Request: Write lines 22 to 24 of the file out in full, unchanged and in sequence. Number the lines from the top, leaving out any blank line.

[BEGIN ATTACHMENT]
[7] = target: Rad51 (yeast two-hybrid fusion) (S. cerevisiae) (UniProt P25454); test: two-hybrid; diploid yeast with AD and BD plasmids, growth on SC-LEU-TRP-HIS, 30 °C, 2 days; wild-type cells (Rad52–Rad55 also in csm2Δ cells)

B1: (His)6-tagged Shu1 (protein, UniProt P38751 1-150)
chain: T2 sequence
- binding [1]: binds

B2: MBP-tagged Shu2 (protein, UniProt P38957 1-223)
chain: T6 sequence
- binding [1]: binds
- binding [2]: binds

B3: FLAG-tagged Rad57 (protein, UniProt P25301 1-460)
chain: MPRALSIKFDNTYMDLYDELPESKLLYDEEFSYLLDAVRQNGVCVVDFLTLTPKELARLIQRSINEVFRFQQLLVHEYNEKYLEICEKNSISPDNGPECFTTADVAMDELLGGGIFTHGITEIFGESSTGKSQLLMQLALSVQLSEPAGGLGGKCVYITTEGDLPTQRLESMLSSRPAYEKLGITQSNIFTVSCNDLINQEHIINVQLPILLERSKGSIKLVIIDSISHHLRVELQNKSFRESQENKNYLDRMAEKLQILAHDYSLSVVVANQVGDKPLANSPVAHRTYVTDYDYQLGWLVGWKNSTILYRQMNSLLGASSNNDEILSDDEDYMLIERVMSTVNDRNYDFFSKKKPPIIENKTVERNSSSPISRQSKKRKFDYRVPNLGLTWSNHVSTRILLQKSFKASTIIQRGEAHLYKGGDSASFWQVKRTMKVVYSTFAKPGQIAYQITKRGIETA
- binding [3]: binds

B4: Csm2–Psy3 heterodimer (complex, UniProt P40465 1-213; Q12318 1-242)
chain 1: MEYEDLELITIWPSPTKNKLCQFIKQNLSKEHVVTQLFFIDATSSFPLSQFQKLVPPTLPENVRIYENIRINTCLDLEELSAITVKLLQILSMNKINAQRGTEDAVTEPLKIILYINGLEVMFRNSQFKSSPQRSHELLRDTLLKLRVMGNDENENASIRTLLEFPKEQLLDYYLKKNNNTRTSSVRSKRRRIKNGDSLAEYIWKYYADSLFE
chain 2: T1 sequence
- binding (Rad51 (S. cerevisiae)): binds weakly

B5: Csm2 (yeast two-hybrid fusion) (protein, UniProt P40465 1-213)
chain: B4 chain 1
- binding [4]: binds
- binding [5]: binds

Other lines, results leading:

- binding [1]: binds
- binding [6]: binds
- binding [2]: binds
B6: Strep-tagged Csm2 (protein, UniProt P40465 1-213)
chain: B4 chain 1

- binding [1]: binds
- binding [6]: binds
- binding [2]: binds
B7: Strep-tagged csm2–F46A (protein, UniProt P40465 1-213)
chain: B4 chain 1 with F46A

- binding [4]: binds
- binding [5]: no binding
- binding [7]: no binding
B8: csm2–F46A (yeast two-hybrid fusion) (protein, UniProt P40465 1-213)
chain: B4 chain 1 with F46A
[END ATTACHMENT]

- binding [6]: binds
- binding [2]: binds
B6: Strep-tagged Csm2 (protein, UniProt P40465 1-213)